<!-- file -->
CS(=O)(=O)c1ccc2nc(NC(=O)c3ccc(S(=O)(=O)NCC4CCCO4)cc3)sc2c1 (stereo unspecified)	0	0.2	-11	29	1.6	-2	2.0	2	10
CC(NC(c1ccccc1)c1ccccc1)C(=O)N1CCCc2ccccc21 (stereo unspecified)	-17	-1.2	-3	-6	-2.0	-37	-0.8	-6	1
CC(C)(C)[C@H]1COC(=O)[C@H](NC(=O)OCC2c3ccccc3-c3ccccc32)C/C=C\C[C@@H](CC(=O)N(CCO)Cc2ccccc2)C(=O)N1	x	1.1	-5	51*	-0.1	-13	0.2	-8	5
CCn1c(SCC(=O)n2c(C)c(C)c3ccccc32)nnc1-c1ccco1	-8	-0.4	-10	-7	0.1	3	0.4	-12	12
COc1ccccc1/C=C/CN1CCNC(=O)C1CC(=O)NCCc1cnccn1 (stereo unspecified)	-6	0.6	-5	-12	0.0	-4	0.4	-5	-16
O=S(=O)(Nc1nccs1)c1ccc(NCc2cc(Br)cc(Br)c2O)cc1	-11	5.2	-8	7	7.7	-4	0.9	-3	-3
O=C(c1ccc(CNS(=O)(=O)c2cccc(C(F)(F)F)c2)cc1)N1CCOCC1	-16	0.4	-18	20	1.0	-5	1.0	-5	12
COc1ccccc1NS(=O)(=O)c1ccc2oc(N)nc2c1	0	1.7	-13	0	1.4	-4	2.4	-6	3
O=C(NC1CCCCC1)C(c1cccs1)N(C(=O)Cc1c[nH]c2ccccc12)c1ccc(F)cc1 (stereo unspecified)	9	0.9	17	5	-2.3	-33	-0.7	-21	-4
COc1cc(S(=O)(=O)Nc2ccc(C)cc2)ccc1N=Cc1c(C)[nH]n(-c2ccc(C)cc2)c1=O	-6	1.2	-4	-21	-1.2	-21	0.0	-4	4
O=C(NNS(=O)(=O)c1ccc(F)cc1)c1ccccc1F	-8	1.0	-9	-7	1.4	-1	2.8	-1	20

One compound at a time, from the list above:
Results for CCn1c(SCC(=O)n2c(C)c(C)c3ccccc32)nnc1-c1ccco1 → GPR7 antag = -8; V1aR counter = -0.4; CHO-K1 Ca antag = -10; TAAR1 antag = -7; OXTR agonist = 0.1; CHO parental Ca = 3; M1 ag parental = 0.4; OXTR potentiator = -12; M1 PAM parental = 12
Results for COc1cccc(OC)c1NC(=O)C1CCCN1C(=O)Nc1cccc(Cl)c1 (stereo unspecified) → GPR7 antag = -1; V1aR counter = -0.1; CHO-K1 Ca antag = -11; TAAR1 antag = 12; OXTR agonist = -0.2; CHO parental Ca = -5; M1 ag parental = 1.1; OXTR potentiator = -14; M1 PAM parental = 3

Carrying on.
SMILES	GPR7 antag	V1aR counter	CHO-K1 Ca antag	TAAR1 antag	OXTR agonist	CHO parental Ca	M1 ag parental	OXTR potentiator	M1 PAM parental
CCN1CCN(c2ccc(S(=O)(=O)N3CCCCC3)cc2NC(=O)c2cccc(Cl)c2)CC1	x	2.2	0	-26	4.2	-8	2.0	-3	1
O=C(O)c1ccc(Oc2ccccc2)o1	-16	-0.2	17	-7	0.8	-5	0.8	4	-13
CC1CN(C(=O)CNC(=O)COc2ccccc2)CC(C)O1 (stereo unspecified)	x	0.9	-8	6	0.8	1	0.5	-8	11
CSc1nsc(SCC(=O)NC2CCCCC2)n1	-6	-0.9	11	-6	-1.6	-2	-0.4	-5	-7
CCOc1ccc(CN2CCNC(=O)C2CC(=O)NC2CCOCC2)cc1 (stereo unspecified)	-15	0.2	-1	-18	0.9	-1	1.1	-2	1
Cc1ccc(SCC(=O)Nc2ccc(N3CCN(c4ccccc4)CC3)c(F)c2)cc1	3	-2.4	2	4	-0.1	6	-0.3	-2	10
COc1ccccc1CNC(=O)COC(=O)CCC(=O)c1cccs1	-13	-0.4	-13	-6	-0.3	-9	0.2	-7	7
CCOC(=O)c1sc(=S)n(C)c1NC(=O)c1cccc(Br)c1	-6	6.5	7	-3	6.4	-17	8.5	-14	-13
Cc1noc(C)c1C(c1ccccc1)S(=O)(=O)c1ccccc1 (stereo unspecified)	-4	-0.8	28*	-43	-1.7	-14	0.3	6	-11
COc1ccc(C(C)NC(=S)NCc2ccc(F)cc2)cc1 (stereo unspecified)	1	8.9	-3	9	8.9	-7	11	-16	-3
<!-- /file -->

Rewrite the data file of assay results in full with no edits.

CS(=O)(=O)c1ccc2nc(NC(=O)c3ccc(S(=O)(=O)NCC4CCCO4)cc3)sc2c1 (stereo unspecified)	0	0.2	-11	29	1.6	-2	2.0	2	10
CC(NC(c1ccccc1)c1ccccc1)C(=O)N1CCCc2ccccc21 (stereo unspecified)	-17	-1.2	-3	-6	-2.0	-37	-0.8	-6	1
CC(C)(C)[C@H]1COC(=O)[C@H](NC(=O)OCC2c3ccccc3-c3ccccc32)C/C=C\C[C@@H](CC(=O)N(CCO)Cc2ccccc2)C(=O)N1	x	1.1	-5	51*	-0.1	-13	0.2	-8	5
CCn1c(SCC(=O)n2c(C)c(C)c3ccccc32)nnc1-c1ccco1	-8	-0.4	-10	-7	0.1	3	0.4	-12	12
COc1ccccc1/C=C/CN1CCNC(=O)C1CC(=O)NCCc1cnccn1 (stereo unspecified)	-6	0.6	-5	-12	0.0	-4	0.4	-5	-16
O=S(=O)(Nc1nccs1)c1ccc(NCc2cc(Br)cc(Br)c2O)cc1	-11	5.2	-8	7	7.7	-4	0.9	-3	-3
O=C(c1ccc(CNS(=O)(=O)c2cccc(C(F)(F)F)c2)cc1)N1CCOCC1	-16	0.4	-18	20	1.0	-5	1.0	-5	12
COc1ccccc1NS(=O)(=O)c1ccc2oc(N)nc2c1	0	1.7	-13	0	1.4	-4	2.4	-6	3
O=C(NC1CCCCC1)C(c1cccs1)N(C(=O)Cc1c[nH]c2ccccc12)c1ccc(F)cc1 (stereo unspecified)	9	0.9	17	5	-2.3	-33	-0.7	-21	-4
COc1cc(S(=O)(=O)Nc2ccc(C)cc2)ccc1N=Cc1c(C)[nH]n(-c2ccc(C)cc2)c1=O	-6	1.2	-4	-21	-1.2	-21	0.0	-4	4
O=C(NNS(=O)(=O)c1ccc(F)cc1)c1ccccc1F	-8	1.0	-9	-7	1.4	-1	2.8	-1	20

One compound at a time, from the list above:
Results for CCn1c(SCC(=O)n2c(C)c(C)c3ccccc32)nnc1-c1ccco1 → GPR7 antag = -8; V1aR counter = -0.4; CHO-K1 Ca antag = -10; TAAR1 antag = -7; OXTR agonist = 0.1; CHO parental Ca = 3; M1 ag parental = 0.4; OXTR potentiator = -12; M1 PAM parental = 12
Results for COc1cccc(OC)c1NC(=O)C1CCCN1C(=O)Nc1cccc(Cl)c1 (stereo unspecified) → GPR7 antag = -1; V1aR counter = -0.1; CHO-K1 Ca antag = -11; TAAR1 antag = 12; OXTR agonist = -0.2; CHO parental Ca = -5; M1 ag parental = 1.1; OXTR potentiator = -14; M1 PAM parental = 3

Carrying on.
SMILES	GPR7 antag	V1aR counter	CHO-K1 Ca antag	TAAR1 antag	OXTR agonist	CHO parental Ca	M1 ag parental	OXTR potentiator	M1 PAM parental
CCN1CCN(c2ccc(S(=O)(=O)N3CCCCC3)cc2NC(=O)c2cccc(Cl)c2)CC1	x	2.2	0	-26	4.2	-8	2.0	-3	1
O=C(O)c1ccc(Oc2ccccc2)o1	-16	-0.2	17	-7	0.8	-5	0.8	4	-13
CC1CN(C(=O)CNC(=O)COc2ccccc2)CC(C)O1 (stereo unspecified)	x	0.9	-8	6	0.8	1	0.5	-8	11
CSc1nsc(SCC(=O)NC2CCCCC2)n1	-6	-0.9	11	-6	-1.6	-2	-0.4	-5	-7
CCOc1ccc(CN2CCNC(=O)C2CC(=O)NC2CCOCC2)cc1 (stereo unspecified)	-15	0.2	-1	-18	0.9	-1	1.1	-2	1
Cc1ccc(SCC(=O)Nc2ccc(N3CCN(c4ccccc4)CC3)c(F)c2)cc1	3	-2.4	2	4	-0.1	6	-0.3	-2	10
COc1ccccc1CNC(=O)COC(=O)CCC(=O)c1cccs1	-13	-0.4	-13	-6	-0.3	-9	0.2	-7	7
CCOC(=O)c1sc(=S)n(C)c1NC(=O)c1cccc(Br)c1	-6	6.5	7	-3	6.4	-17	8.5	-14	-13
Cc1noc(C)c1C(c1ccccc1)S(=O)(=O)c1ccccc1 (stereo unspecified)	-4	-0.8	28*	-43	-1.7	-14	0.3	6	-11
COc1ccc(C(C)NC(=S)NCc2ccc(F)cc2)cc1 (stereo unspecified)	1	8.9	-3	9	8.9	-7	11	-16	-3